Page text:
Baum’s team also has made many major contributions in the molecular analyses of the plant side of the model system of A. thaliana–H. schachtii. MicroRNAs (miRNAs) are a major class of small noncoding RNAs with emerging roles in gene expression via silencing at transcriptional and posttranscriptional levels. In a pioneering study with his associate Tarek Hewezi, Baum was the first to show that miRNAs differentially accumulate in Arabidopsis roots during H. schachtii parasitism, presenting the exciting possibility that host cell gene silencing mechanisms play an important role during cyst nematode parasitism. In elegant follow-up studies, they demonstrated that miR396 is differentially expressed in the cyst nematode feeding cell and functions as an important master switch in syncytium formation by targeting host Growth Regulating Factor genes. Genome-wide expression profiling revealed that the miR396-GRF regulatory system can alter the expression of 44% of the more than 7,000 genes reported to change expression in the Arabidopsis syncytium, implicating miR396 as a key regulator for reprogramming of root cells. A related study showed that Arabidopsis miR827, activated in nematode feeding cells, silenced its nitrogen limitation adaptation target gene to mediate plant susceptibility to H. schachtii by suppressing host immune responses. Baum’s team also developed innovative methods that have significantly contributed to nematode effector research, including an mRNA in-situ hybridization technique that confirmed the expression of putative parasitism genes in the nematode esophageal gland cells. More recently, his lab developed a new method to directly isolate whole esophageal gland cells for transcriptomic analyses that will allow for the first time the identification of effector repertoires and their variability from plant nematodes with different modes of parasitism.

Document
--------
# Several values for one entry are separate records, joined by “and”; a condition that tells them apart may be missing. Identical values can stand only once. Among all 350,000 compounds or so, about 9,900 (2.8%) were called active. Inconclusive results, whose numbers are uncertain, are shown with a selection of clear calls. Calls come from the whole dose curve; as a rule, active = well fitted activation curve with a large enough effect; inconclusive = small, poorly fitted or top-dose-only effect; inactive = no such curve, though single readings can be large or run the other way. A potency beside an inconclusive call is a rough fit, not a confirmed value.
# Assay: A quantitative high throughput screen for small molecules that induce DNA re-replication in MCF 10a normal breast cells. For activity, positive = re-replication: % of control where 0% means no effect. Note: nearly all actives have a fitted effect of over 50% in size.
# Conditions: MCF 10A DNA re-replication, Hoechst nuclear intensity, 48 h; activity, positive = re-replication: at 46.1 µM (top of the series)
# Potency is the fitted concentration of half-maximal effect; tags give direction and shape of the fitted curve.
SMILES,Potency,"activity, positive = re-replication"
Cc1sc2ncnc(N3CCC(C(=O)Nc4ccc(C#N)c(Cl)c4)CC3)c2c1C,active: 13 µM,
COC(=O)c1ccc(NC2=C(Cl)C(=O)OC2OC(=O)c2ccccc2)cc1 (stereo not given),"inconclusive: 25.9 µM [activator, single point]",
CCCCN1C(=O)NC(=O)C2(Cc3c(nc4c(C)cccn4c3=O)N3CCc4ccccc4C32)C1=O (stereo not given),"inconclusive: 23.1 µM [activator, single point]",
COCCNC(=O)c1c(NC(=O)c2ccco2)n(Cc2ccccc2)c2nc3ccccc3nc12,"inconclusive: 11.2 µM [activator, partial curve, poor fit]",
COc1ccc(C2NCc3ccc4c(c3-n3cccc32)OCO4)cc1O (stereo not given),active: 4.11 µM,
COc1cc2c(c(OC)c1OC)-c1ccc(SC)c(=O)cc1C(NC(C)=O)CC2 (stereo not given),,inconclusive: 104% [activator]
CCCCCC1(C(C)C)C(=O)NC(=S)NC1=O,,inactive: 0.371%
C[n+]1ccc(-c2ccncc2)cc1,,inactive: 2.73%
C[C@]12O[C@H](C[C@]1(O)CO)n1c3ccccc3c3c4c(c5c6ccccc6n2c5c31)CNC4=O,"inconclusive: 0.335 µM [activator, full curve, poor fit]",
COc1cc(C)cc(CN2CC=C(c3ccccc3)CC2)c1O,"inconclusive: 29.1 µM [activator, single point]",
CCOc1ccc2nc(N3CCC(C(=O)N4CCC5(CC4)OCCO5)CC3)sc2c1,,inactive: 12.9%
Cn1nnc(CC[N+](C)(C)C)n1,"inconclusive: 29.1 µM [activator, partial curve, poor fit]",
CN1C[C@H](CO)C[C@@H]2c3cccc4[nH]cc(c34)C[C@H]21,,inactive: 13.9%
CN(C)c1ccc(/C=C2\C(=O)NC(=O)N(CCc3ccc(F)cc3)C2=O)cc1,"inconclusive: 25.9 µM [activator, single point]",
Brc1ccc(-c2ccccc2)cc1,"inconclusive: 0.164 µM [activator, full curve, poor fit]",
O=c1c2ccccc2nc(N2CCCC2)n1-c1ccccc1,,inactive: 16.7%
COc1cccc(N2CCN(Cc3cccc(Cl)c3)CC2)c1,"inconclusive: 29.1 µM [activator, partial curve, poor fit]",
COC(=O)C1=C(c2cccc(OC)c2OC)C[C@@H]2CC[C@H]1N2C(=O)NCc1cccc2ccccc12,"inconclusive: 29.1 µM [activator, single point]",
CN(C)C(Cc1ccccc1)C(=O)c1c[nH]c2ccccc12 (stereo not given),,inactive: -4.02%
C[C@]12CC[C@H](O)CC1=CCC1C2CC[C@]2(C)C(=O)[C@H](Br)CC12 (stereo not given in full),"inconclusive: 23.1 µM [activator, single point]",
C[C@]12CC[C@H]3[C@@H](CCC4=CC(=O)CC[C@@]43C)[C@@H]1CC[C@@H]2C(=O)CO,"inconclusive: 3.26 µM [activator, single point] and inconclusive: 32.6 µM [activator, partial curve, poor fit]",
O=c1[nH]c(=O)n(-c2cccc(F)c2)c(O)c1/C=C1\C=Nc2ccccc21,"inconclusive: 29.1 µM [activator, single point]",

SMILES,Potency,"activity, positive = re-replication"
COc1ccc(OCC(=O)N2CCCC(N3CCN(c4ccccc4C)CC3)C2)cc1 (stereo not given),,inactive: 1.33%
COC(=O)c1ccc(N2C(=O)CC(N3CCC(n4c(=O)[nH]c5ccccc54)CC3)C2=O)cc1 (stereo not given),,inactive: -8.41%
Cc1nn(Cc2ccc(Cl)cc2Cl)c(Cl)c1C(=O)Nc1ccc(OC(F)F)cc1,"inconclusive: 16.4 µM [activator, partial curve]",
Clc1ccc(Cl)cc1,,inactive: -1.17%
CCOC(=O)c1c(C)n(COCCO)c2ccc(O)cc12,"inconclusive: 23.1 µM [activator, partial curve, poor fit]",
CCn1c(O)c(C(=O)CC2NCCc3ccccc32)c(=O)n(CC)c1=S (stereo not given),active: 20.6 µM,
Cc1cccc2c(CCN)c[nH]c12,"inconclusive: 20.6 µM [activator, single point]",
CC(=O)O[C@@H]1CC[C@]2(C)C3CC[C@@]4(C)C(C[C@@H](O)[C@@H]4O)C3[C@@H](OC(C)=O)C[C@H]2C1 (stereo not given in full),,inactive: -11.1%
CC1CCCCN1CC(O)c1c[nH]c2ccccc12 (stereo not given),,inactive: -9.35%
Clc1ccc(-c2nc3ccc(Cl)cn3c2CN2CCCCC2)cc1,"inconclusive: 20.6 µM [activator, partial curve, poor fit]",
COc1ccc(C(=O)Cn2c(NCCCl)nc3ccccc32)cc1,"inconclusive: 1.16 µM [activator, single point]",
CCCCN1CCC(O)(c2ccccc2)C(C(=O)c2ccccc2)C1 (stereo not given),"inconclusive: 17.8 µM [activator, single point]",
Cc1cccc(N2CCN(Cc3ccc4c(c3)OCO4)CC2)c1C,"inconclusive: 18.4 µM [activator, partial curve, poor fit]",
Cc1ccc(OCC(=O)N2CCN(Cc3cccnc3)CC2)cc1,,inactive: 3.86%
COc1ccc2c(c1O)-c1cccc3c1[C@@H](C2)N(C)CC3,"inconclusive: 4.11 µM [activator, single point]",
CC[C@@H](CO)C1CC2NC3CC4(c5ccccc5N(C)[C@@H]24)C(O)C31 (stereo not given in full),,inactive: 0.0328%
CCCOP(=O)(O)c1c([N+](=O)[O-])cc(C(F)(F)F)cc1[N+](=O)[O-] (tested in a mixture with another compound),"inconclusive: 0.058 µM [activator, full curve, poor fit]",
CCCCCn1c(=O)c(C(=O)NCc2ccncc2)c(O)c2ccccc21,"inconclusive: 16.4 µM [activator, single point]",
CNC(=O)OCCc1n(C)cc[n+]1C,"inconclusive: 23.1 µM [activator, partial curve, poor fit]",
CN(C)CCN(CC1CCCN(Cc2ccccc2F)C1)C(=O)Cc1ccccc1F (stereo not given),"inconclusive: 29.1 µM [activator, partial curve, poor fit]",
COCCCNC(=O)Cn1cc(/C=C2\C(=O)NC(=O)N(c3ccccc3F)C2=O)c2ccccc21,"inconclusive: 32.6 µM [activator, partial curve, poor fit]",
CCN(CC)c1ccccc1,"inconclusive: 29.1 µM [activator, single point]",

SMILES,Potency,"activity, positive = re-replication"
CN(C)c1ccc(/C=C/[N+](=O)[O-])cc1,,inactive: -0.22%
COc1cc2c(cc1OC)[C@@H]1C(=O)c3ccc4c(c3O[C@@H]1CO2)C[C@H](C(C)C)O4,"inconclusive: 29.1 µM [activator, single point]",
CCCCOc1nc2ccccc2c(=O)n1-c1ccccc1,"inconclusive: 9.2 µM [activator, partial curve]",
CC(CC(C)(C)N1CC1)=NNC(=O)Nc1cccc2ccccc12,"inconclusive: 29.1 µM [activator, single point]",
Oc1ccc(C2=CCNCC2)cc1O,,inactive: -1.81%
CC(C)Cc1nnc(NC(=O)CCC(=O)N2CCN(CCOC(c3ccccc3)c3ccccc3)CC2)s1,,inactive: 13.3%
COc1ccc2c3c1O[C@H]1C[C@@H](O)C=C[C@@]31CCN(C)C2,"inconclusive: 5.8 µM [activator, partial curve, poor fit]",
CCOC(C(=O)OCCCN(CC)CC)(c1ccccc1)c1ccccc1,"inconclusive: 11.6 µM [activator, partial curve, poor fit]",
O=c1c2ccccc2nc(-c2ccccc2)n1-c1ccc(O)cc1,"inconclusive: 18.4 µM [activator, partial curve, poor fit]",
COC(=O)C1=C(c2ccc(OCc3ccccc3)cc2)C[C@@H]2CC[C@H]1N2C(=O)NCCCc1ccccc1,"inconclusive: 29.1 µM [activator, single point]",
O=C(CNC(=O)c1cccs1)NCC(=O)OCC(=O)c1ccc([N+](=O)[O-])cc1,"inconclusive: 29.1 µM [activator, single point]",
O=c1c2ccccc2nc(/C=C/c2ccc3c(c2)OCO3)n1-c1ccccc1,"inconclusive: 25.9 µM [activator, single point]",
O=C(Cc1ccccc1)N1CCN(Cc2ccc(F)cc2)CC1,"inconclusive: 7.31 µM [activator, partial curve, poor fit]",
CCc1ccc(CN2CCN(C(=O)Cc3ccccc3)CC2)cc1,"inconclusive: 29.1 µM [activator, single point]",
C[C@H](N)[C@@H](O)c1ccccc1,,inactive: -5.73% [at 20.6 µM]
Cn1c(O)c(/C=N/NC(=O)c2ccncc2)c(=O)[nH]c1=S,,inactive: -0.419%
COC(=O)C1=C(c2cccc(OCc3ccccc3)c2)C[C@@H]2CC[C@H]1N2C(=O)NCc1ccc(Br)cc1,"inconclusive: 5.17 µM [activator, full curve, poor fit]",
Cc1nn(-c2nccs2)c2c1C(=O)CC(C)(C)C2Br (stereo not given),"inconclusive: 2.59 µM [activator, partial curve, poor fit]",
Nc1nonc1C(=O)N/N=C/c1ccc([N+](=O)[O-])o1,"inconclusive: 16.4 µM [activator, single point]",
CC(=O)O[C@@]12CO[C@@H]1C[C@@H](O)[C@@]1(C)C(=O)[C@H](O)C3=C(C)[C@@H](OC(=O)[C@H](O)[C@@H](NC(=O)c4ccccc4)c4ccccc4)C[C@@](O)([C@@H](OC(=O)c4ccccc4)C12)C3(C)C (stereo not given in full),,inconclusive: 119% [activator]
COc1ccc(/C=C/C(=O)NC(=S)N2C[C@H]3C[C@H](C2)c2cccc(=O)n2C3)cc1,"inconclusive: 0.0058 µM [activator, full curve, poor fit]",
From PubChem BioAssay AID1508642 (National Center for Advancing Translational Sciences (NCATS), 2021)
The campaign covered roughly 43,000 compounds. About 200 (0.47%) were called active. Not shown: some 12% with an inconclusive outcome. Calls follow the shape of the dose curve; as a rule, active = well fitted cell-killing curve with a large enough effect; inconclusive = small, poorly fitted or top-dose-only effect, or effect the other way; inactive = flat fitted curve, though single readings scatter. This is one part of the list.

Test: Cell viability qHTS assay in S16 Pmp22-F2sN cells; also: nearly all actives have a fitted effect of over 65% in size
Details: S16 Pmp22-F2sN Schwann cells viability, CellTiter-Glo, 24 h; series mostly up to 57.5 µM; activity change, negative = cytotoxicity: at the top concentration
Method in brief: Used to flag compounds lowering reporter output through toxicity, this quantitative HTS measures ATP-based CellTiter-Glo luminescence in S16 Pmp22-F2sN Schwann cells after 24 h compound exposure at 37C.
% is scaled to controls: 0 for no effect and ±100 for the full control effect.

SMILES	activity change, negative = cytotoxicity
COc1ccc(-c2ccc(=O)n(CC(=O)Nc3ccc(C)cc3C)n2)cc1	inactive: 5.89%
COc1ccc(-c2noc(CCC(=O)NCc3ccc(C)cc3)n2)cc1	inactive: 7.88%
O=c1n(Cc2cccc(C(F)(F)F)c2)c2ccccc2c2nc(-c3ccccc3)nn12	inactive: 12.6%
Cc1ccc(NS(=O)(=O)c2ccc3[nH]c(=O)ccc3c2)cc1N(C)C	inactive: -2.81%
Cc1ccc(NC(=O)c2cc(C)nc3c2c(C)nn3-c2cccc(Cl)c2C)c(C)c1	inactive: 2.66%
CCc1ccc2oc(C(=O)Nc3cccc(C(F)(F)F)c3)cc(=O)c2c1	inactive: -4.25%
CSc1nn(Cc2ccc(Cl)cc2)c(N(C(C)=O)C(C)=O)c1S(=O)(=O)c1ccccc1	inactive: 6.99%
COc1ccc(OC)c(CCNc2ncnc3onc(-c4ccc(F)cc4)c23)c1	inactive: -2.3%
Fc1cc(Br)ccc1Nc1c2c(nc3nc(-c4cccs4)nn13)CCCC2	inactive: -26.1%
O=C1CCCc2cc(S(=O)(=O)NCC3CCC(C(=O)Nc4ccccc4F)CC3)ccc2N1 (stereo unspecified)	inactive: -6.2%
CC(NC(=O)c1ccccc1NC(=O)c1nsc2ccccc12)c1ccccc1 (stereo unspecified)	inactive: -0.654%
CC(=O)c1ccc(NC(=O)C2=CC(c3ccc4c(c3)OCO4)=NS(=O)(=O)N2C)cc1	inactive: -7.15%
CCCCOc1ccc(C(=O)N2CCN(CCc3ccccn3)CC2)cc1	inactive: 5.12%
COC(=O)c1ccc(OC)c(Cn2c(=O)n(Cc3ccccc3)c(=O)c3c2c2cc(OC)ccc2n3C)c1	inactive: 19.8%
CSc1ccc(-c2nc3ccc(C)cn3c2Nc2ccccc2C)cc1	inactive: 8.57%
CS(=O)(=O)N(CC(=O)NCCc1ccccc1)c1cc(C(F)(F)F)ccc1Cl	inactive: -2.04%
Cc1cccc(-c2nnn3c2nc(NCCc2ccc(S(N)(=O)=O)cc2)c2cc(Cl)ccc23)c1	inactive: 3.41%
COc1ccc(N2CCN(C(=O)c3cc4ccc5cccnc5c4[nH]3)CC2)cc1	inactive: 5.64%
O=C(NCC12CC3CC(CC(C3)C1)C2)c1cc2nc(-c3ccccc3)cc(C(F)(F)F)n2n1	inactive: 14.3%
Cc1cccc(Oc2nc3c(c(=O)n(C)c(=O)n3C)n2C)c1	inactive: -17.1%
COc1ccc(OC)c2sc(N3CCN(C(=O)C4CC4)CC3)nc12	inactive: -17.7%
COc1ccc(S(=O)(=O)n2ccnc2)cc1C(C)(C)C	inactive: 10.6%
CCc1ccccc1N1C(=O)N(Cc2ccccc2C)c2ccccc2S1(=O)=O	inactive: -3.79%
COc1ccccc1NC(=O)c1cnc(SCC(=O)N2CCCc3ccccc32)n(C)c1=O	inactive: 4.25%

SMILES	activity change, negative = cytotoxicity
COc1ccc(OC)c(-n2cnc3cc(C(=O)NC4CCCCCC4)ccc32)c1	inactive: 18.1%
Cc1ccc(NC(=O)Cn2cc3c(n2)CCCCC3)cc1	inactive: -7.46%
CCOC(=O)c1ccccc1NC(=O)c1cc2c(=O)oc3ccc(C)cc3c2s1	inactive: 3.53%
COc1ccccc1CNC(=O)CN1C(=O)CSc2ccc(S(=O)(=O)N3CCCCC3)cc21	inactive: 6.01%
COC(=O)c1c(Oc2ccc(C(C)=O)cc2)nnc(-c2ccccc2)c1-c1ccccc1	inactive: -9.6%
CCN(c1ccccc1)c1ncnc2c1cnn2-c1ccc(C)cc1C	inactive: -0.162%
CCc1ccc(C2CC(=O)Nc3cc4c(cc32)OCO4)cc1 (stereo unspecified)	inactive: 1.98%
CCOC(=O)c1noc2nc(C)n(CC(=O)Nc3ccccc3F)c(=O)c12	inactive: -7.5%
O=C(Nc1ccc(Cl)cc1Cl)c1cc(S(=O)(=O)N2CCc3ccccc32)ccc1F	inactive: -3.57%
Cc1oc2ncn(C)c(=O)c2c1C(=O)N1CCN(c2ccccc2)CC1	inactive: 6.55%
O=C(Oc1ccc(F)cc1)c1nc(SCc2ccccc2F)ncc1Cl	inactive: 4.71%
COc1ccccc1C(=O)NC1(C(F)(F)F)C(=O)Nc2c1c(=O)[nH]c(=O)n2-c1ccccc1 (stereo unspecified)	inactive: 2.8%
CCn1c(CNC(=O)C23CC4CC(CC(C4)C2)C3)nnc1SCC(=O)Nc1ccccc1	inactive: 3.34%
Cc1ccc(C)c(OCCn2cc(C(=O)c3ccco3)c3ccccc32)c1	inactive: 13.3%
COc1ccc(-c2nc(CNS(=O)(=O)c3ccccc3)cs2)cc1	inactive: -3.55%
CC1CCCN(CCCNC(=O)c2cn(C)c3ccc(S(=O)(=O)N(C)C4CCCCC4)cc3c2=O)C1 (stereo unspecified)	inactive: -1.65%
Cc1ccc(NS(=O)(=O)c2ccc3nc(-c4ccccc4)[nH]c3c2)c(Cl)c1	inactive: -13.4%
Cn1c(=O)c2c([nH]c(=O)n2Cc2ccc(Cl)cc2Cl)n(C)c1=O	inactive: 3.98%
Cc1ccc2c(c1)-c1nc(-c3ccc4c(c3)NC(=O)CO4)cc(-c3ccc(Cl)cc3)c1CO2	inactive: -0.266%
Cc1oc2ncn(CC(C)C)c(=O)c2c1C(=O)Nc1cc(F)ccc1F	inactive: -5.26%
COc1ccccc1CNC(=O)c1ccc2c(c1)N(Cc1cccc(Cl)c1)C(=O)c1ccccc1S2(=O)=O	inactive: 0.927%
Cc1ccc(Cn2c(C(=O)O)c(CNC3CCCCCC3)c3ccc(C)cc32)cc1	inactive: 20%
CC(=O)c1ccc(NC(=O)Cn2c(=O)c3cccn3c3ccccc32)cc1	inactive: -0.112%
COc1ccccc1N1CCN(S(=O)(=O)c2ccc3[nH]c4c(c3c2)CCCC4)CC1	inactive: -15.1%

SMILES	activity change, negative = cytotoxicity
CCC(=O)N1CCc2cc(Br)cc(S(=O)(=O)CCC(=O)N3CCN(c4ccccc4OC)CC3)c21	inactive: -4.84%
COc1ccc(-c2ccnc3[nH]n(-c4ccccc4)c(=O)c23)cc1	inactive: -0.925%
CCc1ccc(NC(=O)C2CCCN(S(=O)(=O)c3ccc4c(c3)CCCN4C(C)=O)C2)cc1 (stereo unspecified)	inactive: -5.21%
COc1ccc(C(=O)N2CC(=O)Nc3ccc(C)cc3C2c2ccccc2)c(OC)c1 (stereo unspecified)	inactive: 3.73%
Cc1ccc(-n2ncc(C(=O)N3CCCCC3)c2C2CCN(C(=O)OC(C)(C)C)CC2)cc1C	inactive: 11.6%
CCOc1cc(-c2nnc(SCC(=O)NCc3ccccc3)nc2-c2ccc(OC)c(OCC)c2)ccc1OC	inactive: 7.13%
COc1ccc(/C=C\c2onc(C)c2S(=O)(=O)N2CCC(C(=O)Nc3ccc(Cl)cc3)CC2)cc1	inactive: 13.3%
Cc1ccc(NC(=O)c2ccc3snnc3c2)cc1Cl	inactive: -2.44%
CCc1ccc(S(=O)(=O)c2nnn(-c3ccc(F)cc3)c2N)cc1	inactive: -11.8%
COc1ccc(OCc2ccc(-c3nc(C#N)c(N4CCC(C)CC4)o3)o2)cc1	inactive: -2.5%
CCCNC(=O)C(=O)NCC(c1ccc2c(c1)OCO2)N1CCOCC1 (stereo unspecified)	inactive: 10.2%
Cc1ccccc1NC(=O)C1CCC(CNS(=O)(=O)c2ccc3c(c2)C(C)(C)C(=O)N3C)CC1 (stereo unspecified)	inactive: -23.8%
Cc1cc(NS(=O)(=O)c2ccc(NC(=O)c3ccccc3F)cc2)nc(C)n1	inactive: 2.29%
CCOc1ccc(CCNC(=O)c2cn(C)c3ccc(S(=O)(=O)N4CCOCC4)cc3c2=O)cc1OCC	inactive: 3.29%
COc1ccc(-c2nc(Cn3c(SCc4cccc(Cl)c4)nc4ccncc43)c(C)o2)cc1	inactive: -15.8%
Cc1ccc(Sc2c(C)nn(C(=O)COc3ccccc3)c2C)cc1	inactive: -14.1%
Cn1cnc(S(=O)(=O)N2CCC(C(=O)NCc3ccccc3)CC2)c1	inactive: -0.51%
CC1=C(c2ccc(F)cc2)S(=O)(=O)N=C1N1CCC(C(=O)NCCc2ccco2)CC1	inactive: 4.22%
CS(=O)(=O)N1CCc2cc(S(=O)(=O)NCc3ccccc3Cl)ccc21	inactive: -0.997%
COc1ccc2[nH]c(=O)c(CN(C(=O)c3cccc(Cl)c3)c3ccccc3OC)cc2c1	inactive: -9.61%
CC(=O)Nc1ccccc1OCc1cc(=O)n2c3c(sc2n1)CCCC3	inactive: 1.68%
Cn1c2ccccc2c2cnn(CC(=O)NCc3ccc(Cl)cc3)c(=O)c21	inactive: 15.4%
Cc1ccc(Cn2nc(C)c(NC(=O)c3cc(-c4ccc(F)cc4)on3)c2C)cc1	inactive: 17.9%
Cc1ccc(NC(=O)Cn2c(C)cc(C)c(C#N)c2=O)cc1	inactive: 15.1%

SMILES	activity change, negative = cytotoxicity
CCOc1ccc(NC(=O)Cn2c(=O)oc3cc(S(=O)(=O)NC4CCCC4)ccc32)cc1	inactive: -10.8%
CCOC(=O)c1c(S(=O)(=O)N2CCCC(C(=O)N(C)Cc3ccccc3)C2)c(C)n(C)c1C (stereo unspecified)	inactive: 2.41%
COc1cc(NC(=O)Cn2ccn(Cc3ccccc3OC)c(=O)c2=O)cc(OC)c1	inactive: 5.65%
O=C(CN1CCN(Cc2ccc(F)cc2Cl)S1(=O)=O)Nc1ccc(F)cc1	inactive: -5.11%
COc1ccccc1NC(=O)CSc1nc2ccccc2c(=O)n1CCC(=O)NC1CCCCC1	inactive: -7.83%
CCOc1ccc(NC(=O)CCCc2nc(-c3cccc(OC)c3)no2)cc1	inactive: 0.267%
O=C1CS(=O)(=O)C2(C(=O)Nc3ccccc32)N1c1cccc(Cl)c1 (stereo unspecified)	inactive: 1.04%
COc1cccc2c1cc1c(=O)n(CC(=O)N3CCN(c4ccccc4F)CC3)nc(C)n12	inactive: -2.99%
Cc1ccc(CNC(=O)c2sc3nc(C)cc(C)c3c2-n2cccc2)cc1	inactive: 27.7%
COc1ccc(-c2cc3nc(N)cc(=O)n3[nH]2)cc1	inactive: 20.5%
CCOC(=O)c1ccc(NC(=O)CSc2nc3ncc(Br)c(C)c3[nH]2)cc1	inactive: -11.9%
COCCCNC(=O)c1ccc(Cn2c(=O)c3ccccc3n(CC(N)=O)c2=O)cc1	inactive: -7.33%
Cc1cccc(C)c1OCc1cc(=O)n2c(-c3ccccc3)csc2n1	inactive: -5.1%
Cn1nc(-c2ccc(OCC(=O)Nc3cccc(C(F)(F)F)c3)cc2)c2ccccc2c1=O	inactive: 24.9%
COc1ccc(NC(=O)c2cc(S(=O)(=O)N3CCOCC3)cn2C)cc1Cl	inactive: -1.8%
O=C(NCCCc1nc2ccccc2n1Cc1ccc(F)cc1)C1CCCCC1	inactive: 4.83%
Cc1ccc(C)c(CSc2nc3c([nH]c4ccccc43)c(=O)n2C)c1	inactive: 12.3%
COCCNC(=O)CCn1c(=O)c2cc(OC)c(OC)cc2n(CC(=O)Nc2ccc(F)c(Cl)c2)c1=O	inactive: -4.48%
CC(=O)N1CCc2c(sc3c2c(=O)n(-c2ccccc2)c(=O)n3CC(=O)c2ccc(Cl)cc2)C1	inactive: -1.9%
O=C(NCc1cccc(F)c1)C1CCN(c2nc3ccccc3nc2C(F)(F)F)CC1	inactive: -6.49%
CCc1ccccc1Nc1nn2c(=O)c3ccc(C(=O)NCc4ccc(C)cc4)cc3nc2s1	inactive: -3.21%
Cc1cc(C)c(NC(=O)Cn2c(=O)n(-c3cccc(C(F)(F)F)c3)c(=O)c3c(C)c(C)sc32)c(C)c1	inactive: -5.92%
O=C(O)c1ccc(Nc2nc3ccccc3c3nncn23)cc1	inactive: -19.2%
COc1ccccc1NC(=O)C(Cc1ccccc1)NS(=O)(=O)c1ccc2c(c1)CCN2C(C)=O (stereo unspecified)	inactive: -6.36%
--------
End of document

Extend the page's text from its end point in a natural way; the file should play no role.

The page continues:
In addition his scholarly contributions to molecular nematology, Baum has made significant commitments undergraduate and graduate education as demonstrated through his teaching activities, mentoring numerous graduate students (9) and postdoctoral research associates (19), and the roles he has played in developing award-winning teaching tools in the form of videos and web-based teaching resources in plant pathology and nematology. Several scientists emanating from his program currently hold university faculty, USDA and industry research positions. This represents an effort not only in scholarship but to the continuation of the discipline through mentoring of the next generation of scientists.